Many investors worry that high-profile, high-flying stocks such as Amazon and Netflix have reached unsustainable price levels, propelled by a tech mania. But there are other very popular stocks whose blue-chip reputations have hidden the dangers that make them risky—perhaps even riskier than the tech juggernauts.

Don’t be fooled by these “safe” companies’ strong balance sheets and steady dividends. Investors have run up the share prices of these blue chips, especially in the past three years, spurred on by a strong economy, booming corporate profits and the huge corporate tax cuts that took effect this year. These stocks have grown so pricey, in fact, that they seem to offer little upside in the next few years. And the companies face significant challenges that could slow their earnings growth. If we hit a recession and/or a bear market, their stock prices could plunge faster and further than the overall market.

Here’s how to know when a blue chip becomes very overvalued and which surprising ones you should be wary of now.

How To Tell

Just because a company has a great reputation as a business doesn’t mean that its stock is worth owning at any given time. To get a quick snapshot of a stock’s relative value, look at two key measurements (both of which you can find for any stock at or at another financial-market website or through the company’s investor relations office). The trailing price-to-earnings ratio (P/E) tells you how expensive the stock shares are relative to the company’s earnings over the past 12 months. You can compare a stock’s P/E to those of the company’s competitors and to that of a broad market index such as the Standard & Poor’s 500.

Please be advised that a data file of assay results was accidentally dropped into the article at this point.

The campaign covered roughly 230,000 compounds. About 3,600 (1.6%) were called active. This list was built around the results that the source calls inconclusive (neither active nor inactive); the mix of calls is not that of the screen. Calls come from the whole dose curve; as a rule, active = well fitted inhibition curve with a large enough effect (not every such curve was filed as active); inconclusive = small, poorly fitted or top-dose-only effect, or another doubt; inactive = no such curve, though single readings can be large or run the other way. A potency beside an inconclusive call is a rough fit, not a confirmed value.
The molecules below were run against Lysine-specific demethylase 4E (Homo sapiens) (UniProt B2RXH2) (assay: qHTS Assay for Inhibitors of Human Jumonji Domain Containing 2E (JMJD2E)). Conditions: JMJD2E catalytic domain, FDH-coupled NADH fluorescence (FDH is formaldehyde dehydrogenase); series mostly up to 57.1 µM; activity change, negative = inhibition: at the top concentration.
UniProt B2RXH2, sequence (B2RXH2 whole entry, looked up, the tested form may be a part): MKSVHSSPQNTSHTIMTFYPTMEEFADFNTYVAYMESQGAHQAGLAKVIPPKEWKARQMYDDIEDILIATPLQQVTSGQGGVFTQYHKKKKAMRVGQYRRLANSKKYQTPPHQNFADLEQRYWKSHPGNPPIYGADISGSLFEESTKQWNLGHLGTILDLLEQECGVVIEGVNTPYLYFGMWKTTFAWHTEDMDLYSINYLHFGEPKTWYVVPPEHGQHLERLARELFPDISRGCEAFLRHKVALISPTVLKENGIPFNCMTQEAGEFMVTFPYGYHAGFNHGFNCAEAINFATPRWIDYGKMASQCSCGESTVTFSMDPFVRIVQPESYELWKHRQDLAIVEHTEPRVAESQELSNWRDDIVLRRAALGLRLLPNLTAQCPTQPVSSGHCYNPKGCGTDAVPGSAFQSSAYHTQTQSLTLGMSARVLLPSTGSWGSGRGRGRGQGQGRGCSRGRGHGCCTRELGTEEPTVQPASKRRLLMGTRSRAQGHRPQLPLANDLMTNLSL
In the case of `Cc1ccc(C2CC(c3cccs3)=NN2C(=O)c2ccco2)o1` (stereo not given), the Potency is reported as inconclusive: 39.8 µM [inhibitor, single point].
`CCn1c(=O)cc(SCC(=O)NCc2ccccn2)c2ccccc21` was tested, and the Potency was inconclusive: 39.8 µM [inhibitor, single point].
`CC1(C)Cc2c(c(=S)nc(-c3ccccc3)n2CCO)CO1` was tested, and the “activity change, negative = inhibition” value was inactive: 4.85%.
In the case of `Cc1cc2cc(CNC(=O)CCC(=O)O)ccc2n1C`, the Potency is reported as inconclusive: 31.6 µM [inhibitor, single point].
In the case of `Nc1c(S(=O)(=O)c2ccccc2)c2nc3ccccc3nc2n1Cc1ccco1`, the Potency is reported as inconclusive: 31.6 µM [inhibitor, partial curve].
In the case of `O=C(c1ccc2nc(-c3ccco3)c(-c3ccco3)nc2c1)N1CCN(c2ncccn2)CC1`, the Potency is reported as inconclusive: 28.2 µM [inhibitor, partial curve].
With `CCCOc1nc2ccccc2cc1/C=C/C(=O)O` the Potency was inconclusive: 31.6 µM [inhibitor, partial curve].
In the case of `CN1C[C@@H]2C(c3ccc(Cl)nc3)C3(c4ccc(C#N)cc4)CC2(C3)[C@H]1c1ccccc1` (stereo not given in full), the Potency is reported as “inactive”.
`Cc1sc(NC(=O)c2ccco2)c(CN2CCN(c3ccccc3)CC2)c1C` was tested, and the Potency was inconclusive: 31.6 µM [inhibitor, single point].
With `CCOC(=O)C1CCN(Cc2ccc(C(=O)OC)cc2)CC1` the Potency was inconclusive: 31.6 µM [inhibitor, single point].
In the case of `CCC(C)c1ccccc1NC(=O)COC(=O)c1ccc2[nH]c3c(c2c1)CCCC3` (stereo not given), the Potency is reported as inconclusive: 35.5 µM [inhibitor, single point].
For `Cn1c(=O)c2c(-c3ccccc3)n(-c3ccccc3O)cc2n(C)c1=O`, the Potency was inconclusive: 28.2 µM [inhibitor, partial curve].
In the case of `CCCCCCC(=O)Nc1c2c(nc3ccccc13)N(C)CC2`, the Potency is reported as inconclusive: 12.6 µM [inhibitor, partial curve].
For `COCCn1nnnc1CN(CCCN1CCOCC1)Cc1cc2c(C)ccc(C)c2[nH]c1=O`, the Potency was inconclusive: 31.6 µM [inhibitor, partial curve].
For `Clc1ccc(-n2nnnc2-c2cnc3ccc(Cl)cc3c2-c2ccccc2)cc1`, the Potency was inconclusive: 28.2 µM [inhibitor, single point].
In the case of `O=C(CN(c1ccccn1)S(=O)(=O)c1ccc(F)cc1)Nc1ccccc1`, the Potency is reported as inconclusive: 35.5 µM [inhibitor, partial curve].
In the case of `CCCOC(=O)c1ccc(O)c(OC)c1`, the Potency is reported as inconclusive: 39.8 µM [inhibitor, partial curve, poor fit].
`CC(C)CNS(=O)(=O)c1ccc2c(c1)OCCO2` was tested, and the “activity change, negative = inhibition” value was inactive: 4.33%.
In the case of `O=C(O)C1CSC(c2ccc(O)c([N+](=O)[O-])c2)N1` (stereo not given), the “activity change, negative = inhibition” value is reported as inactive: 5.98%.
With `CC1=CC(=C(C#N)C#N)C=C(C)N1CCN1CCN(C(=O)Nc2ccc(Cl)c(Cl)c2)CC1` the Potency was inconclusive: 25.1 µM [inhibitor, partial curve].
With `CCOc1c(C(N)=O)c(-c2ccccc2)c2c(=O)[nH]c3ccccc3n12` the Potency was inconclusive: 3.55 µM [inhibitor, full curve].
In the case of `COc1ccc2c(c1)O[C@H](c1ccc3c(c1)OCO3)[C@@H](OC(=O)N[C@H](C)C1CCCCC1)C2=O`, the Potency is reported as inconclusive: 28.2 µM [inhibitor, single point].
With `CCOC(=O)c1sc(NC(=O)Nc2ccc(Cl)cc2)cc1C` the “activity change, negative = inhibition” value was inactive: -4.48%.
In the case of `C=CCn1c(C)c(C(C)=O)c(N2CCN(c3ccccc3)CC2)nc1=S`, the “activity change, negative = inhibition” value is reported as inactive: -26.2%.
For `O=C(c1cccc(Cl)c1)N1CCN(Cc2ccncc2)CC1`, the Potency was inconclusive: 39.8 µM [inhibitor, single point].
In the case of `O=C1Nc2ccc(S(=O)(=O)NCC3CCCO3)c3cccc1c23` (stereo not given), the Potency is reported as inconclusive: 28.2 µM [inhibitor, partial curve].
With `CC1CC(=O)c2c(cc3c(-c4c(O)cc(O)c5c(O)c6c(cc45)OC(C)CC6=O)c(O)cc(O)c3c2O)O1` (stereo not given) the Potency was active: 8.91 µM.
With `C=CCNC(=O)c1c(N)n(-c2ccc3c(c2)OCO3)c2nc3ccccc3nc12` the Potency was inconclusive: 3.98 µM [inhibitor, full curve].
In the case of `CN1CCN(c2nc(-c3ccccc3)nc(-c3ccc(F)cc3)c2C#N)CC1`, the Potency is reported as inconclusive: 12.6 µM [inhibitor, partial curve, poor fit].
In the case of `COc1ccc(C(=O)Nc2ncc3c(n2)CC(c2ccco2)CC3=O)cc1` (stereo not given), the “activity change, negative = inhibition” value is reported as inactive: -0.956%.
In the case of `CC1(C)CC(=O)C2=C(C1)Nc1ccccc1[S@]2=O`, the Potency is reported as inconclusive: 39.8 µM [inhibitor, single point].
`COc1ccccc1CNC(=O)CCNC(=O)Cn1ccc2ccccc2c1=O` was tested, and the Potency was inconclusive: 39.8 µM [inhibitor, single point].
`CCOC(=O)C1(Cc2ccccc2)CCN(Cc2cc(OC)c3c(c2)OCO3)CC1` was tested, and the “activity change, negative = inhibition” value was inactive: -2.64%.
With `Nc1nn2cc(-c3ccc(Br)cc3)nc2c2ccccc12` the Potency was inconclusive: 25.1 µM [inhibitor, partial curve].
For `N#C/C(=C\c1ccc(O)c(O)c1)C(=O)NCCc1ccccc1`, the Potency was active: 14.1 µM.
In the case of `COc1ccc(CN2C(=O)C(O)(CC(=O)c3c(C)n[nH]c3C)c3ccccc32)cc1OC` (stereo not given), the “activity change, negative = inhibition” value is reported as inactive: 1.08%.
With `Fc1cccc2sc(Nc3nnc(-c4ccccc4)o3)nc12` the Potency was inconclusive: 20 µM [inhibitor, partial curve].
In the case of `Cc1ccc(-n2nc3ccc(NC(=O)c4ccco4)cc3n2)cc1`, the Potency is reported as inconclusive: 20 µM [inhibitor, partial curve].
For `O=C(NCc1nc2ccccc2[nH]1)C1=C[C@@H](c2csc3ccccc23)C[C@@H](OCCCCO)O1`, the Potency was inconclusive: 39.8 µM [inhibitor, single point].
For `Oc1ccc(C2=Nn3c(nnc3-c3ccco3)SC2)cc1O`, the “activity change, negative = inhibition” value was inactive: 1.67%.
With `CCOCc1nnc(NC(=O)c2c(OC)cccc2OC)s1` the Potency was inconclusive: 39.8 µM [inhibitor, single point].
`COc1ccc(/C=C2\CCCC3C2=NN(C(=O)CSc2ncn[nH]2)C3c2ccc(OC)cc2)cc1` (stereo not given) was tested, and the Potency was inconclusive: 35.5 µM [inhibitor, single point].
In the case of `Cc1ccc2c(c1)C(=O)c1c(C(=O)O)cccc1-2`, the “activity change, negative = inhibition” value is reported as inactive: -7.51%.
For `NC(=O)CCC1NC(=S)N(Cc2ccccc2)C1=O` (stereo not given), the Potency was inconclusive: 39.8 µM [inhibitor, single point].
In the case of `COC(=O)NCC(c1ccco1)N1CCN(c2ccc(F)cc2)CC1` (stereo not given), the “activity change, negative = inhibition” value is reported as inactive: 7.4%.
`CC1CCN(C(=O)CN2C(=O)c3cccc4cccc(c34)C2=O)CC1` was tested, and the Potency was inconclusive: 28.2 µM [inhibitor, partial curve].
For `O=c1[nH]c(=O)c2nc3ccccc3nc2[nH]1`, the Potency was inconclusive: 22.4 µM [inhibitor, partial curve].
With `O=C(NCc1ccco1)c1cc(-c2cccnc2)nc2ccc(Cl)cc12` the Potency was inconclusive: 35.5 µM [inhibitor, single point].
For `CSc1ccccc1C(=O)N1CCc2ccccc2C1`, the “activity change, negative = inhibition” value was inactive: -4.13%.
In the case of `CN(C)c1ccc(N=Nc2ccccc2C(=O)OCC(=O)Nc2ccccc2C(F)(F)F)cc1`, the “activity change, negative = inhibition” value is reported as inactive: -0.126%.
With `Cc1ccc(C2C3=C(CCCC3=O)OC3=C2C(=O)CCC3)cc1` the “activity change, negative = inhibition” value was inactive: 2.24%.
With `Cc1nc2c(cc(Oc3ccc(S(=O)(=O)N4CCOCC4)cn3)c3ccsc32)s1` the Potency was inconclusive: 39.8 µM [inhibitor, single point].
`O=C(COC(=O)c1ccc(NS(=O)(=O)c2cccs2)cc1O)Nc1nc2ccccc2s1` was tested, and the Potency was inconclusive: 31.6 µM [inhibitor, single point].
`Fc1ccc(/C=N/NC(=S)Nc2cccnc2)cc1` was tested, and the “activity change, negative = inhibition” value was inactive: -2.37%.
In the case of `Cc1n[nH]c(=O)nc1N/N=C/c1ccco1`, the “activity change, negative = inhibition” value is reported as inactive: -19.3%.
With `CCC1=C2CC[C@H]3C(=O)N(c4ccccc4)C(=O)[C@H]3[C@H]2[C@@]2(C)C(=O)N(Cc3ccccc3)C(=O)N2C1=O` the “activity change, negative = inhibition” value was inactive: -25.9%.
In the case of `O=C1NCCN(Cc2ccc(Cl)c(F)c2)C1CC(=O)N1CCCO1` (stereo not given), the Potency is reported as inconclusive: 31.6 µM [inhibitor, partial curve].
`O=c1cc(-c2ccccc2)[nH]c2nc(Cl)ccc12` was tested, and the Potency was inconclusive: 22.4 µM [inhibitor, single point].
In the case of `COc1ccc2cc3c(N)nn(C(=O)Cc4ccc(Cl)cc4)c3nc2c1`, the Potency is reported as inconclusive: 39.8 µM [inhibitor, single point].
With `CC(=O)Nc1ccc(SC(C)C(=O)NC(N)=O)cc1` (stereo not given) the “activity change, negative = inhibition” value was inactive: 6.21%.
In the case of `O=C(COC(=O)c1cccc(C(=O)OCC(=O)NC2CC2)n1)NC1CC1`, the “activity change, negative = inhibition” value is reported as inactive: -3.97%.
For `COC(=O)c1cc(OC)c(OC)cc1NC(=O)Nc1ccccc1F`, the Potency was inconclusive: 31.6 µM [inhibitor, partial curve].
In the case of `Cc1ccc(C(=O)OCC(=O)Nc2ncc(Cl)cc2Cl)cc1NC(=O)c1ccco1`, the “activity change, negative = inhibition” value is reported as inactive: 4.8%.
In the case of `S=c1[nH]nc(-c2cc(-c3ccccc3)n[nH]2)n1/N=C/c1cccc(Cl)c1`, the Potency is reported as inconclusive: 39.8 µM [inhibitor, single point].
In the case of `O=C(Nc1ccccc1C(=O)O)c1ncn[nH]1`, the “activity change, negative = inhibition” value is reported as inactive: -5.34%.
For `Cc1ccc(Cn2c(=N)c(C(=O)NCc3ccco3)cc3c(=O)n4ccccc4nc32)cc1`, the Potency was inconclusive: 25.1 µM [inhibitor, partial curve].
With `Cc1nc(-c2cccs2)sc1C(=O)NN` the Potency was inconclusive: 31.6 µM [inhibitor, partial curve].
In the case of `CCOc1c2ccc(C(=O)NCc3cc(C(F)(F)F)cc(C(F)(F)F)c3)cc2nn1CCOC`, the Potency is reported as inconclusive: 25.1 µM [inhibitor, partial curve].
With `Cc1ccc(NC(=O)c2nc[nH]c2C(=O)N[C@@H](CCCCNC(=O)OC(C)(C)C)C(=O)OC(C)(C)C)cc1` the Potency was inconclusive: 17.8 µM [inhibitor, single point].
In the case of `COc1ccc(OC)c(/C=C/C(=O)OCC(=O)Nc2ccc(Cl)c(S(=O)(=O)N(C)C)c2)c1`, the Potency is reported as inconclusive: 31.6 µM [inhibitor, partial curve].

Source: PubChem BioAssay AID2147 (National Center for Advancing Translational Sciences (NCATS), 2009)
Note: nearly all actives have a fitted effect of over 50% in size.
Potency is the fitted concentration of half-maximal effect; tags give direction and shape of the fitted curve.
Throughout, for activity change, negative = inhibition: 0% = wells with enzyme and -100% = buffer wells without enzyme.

Also check the price-to-sales ratio (P/S), which compares a company’s stock price to its sales figures over the past year. It’s much harder for a company to manipulate its sales figures than its earnings. If a company’s recent P/S is higher than its average P/S over the past decade, it could be a good indicator of overvaluation, and you need to explore other factors, such as the challenges the company has in the near future, to decide whether its shares are worth owning.

What to do about overvalued stocks whose near-term future does not look attractive: If you are investing new money, you should avoid these stocks and look for better bargains. If you already own them in a tax-deferred or tax-free account, sell them and look elsewhere. If you already own them in a taxable account and have significant capital gains, it’s a tougher call. One rule of thumb is to hold on to them only if you have a time horizon of at least 10 years before you’ll need the cash from selling them. Otherwise, sell them and invest in better-valued stocks.

The following five popular blue-chip stocks all had recent P/Es higher than that of the S&P 500 (recently about 23, which is well above its own historical average of 15)…and their recent P/Ss were all much higher than their long-term averages, with some at record highs.

3M (MMM)

Even after a pullback this year, the stock of this 116-year-old industrial giant is very expensive. Last year, the share price soared 34% as the company, which sells 55,000 different products including Post-it notes and Scotch tape, benefited from the struggles of one of its chief competitors, GE, and from stronger US profit growth. But investors are missing the fact that 3M operates in 70 countries and derives about two-thirds of its revenue from overseas. The slowdown in emerging-market economies and the dollar’s rise against foreign currencies will be an increasing drag on the company’s overall profit growth. Recent valuation measurements: P/E 30.3…P/S 3.7.*